Reduced auto emissions:
1. artists travel light (very little equipment needed), allowing them to use smaller vehicles than they would for conventional tours.
2. house concert audiences are predominantly people from nearby areas - often times neighbors just crossing the street on foot.
3. artists often receive meals and lodging, which eliminates several additional car trips and commuting miles.
4. artists can often schedule several shows in one area (usually unwise when touring clubs), which allows them to travel less per earned dollar.
Reduced electrical use:
1. most house concerts require very little extra lighting.
2. most house concerts require very little amplification of sound.
1. most homeowners discourage smoking or excessive drinking at these events.
2. volume levels are much quieter than club shows which is great for everyoneâ€™s hearing health.
These events vary greatly, and not every factor listed would apply to all house concerts. But it would be hard to argue that these small, localized events are less sustainable than the mega-tours we see every summer.
For more information about house concerts, visit http://concertsinyourhome.com
For Immediate Release: June 12, 2007
concertsinyourhome.com reaches a few milestones in May
Concertsinyourhome.com is a one-year old website run by Lawrence, KS resident Fran Snyder. The site promotes house concerts, a growing trend in live music where artists perform concerts in the living rooms of music fans. Using the website, these house concert “hosts” can find artists and small groups who enjoy the format, and artists can seek out prospective hosts to schedule dates in areas they intend to tour. Nearly 10,000 people visit the site each month.
In it’s first year, CIYH has signed up more than 200 house concert hosts in 48 states and provinces. (And two more in the U.K.) These free profiles allow hosts to promote their shows, and make their information available to artists, including how often they schedule concerts, what genres of music they like, and the typical crowd size.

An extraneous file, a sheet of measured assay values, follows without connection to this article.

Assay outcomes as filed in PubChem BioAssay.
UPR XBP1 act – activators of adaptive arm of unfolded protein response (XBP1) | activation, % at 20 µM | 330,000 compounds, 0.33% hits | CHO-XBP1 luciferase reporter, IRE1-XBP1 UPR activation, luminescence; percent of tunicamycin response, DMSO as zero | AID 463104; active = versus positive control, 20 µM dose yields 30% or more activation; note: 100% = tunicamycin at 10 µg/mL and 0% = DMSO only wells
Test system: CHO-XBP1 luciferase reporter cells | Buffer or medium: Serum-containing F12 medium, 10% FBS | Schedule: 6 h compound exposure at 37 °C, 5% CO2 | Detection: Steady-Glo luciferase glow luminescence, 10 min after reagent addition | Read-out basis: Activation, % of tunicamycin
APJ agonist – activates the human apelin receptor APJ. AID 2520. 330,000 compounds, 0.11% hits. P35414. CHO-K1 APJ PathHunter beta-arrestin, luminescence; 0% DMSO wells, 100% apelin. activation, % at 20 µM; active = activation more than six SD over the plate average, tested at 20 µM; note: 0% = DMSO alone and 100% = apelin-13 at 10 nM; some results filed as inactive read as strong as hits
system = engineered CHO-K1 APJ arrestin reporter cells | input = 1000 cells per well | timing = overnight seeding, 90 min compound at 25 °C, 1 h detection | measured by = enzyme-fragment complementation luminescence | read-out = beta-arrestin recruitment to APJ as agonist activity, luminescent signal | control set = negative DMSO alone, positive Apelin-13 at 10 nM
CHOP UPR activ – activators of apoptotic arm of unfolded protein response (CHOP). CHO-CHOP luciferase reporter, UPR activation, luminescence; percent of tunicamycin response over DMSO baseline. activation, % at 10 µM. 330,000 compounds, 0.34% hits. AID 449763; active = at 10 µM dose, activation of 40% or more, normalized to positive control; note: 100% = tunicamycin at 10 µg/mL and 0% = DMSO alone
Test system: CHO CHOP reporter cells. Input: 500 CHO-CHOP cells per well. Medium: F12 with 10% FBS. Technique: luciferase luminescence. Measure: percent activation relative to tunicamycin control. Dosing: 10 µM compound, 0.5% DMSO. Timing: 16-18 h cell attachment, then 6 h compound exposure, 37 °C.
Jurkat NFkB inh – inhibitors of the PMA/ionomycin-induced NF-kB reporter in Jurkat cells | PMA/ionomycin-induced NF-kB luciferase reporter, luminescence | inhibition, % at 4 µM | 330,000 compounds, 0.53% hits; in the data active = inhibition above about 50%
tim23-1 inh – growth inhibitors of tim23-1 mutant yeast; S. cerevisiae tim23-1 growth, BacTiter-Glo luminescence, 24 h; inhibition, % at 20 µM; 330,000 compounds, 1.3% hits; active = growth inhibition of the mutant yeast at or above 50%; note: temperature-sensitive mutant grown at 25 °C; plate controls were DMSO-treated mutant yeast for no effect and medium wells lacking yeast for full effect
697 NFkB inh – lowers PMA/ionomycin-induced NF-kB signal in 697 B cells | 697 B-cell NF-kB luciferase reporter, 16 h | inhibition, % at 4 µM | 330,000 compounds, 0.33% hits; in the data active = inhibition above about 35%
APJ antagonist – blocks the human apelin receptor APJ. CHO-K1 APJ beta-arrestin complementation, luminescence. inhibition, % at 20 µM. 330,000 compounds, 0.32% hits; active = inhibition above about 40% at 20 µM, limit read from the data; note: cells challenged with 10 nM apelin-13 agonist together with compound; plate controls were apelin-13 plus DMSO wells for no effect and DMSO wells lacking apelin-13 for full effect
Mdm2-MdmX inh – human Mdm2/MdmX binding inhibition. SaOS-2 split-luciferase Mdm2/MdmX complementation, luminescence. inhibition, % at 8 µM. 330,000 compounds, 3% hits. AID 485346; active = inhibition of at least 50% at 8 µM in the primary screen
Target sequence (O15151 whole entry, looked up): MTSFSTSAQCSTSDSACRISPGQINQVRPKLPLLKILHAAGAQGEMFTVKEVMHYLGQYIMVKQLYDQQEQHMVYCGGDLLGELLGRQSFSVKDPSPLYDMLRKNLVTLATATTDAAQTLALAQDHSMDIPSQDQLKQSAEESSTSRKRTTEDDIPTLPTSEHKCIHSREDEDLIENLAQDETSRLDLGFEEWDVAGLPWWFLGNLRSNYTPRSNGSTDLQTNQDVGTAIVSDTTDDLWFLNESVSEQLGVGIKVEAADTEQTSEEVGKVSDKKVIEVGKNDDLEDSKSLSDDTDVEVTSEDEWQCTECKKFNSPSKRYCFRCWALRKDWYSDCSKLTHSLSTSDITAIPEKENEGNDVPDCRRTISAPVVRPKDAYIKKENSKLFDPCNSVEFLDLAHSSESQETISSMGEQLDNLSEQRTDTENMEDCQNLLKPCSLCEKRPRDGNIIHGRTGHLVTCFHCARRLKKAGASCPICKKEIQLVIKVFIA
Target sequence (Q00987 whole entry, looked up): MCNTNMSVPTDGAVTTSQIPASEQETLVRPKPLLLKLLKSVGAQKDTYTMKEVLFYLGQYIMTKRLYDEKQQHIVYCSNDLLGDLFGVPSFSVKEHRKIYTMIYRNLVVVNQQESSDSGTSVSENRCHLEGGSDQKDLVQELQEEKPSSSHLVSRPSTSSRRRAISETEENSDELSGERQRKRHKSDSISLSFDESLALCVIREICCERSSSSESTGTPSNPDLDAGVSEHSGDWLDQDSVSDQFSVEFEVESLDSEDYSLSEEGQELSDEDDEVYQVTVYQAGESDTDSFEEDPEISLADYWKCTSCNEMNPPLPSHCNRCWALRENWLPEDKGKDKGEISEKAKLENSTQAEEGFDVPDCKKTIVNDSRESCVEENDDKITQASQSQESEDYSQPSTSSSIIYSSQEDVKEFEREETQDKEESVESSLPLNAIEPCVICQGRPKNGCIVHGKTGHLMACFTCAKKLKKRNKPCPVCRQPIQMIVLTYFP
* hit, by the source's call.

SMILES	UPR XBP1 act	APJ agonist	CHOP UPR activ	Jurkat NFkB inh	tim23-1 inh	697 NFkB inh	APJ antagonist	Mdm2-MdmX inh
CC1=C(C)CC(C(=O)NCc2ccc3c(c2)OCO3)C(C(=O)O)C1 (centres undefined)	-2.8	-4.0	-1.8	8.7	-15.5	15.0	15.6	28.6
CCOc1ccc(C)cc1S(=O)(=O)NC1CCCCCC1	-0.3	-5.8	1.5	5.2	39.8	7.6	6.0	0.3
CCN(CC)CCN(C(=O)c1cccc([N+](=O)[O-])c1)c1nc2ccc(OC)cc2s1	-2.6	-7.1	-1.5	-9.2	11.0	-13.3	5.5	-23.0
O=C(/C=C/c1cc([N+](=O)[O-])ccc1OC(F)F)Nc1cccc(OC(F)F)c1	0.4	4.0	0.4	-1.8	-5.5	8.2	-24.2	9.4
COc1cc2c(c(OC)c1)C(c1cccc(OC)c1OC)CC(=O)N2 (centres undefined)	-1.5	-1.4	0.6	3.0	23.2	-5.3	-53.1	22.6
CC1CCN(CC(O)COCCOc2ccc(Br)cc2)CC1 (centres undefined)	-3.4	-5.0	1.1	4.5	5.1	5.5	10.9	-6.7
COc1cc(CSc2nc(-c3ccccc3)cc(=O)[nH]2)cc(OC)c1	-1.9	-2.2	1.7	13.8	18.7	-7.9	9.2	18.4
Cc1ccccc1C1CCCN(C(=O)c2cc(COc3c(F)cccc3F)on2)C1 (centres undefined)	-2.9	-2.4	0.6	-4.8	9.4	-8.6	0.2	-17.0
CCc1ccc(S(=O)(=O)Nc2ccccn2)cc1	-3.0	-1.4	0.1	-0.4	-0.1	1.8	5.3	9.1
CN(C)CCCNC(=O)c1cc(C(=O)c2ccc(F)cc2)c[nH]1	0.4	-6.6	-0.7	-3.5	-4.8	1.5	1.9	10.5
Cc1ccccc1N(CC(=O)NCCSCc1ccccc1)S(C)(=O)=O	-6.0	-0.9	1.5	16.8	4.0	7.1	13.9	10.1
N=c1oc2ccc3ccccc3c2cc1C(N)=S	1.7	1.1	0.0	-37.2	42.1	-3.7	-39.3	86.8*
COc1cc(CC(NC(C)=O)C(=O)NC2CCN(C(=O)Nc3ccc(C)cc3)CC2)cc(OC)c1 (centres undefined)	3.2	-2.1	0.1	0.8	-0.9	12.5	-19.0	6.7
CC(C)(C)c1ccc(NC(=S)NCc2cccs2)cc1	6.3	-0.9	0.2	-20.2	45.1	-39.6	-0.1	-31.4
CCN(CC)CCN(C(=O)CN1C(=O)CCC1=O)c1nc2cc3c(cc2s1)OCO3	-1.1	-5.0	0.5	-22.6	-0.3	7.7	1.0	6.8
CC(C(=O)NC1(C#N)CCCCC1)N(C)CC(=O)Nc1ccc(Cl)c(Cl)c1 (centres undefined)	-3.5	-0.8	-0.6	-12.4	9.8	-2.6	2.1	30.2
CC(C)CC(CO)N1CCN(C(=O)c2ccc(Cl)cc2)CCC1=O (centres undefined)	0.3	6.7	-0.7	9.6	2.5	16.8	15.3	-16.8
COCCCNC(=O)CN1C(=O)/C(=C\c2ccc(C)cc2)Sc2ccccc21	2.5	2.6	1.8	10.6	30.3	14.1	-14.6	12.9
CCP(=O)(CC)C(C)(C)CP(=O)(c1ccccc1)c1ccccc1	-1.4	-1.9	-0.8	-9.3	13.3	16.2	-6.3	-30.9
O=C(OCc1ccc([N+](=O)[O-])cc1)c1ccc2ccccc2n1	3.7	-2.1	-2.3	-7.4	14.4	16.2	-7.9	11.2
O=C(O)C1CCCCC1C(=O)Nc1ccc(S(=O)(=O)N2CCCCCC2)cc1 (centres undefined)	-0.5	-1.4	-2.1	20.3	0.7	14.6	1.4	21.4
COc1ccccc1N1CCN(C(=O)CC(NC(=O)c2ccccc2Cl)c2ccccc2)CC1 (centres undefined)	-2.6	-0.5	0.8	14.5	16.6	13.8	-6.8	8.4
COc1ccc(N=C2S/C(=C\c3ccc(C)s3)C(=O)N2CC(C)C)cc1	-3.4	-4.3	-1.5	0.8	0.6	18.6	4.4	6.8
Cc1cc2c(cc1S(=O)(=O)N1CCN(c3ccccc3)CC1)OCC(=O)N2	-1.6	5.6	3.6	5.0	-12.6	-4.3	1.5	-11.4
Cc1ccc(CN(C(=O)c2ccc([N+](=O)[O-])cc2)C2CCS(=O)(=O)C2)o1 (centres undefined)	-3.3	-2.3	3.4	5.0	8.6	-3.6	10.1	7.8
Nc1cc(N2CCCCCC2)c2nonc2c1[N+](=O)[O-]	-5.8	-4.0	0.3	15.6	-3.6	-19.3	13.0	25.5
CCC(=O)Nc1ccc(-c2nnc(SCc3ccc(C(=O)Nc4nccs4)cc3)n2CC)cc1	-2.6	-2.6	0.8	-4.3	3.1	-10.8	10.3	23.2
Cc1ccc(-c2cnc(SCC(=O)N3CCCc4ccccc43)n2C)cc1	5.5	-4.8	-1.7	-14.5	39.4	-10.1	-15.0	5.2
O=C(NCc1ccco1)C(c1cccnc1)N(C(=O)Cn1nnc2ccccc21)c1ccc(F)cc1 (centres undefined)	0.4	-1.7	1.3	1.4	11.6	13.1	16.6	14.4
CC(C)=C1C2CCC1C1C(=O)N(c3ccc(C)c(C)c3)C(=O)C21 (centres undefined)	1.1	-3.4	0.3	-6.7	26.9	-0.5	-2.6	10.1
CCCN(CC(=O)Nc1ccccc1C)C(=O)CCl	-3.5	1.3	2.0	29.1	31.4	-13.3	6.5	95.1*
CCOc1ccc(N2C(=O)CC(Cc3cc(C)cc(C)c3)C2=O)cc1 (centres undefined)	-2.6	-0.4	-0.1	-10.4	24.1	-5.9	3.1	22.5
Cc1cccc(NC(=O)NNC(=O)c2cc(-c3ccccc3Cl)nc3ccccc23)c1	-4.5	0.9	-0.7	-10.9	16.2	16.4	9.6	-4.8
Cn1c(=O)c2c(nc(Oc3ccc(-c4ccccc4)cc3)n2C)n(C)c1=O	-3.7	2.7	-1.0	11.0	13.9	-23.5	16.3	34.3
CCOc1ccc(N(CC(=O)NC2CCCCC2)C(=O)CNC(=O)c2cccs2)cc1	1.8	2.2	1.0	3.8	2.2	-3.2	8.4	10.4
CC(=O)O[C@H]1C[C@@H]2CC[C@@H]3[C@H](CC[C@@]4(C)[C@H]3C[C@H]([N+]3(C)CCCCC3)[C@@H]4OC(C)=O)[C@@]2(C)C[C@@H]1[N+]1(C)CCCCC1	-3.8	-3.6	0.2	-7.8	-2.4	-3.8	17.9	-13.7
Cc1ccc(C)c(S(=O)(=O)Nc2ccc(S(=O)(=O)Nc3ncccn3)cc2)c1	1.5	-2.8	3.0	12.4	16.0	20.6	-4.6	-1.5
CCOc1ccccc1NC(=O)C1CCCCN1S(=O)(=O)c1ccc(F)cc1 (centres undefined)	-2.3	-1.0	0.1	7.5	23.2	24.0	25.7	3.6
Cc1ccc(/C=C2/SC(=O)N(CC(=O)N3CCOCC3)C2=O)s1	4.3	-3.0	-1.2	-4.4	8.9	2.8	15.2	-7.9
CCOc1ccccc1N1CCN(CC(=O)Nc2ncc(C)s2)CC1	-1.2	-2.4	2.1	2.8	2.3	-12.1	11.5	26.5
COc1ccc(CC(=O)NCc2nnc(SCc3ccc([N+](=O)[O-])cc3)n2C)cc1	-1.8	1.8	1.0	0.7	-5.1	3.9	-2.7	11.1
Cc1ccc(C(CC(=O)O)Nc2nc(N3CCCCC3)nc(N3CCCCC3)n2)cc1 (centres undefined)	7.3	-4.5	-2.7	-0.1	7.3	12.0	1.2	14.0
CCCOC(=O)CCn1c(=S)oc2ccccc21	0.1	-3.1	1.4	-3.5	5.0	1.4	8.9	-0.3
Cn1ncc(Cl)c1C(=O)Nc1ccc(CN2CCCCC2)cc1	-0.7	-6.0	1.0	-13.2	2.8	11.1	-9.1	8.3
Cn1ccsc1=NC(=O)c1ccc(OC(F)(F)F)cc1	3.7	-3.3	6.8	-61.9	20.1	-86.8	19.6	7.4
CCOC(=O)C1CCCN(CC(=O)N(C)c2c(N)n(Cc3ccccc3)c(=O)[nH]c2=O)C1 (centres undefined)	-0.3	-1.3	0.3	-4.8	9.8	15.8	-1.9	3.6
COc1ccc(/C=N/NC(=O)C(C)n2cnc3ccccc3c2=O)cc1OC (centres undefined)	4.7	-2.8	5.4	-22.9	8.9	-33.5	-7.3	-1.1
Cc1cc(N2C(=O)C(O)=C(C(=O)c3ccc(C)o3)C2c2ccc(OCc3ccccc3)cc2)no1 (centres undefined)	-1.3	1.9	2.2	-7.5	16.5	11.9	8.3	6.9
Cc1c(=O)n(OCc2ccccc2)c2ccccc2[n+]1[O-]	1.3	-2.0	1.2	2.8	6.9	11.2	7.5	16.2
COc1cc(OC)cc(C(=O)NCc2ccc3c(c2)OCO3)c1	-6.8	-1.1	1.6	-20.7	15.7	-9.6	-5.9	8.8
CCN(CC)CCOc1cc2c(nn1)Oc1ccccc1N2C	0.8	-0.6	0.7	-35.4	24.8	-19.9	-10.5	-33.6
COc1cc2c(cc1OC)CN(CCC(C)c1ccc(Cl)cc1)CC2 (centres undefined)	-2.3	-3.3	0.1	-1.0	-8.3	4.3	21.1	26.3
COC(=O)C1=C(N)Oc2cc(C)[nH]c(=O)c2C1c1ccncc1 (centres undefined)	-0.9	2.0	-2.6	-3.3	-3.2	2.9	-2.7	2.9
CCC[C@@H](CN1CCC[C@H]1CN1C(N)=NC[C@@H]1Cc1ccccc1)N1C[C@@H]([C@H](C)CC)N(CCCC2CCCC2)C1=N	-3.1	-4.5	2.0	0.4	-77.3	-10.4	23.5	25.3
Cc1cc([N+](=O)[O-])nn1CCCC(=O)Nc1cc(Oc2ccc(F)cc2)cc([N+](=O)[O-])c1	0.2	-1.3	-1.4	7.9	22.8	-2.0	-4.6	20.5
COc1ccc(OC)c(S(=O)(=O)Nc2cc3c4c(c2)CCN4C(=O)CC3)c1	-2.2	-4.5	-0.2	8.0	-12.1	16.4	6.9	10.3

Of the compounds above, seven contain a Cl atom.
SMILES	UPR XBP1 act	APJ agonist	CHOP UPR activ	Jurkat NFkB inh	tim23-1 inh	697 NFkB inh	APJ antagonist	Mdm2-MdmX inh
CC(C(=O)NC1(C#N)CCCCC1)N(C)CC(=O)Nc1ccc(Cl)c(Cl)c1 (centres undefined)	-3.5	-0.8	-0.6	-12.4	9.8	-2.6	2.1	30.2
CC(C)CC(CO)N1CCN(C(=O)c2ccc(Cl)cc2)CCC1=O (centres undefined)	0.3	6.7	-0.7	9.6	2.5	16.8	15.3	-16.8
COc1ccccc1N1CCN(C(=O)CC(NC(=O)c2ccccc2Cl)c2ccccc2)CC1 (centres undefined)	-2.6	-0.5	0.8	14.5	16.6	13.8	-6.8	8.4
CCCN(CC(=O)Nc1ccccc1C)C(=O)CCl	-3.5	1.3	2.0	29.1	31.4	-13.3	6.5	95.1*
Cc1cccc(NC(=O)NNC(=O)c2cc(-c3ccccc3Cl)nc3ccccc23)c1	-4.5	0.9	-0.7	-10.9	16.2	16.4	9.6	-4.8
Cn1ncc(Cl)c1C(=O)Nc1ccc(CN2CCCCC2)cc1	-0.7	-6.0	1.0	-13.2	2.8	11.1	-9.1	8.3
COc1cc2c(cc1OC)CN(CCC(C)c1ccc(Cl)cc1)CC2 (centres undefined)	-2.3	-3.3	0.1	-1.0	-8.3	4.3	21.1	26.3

The site now also features more than 300 artists from around the country who use the site to promote their act and to create house concert opportunities. The site’s “Artist Resources” page features articles and interviews to help artists do things like booking shows, and educating their fans about house concerts. The site is free for artists to use, and the optional artist profiles cost $25 per year.
House concerts have existed in their present form for decades. Generally, a host will schedule a concert and invite 25-50 friends, neighbors, and co-workers to attend. The set up for the show is usually simple: move a little furniture around, bring in some extra chairs, and create a little space for the performer. Hosts can also elect to serve light snacks or have a pot-luck dinner before the show. Guests usually donate $10-15 per person, all of which goes to the performer. Traditionally, the host also offer a meal and a guest room for the night to the artist.
Hosts make no money from these events, but rarely spend more than a modest amount to create a unique concert experience for their friends. Artists can do quite well with these events, which can sometime allow them to break into new markets before they’ve established enough fans to fill a club venue.
House concerts have been featured in television, print, and radio.
Contact: Fran Snyder
Fran Snyder is a touring singer-songwriter based in Lawrence, KS.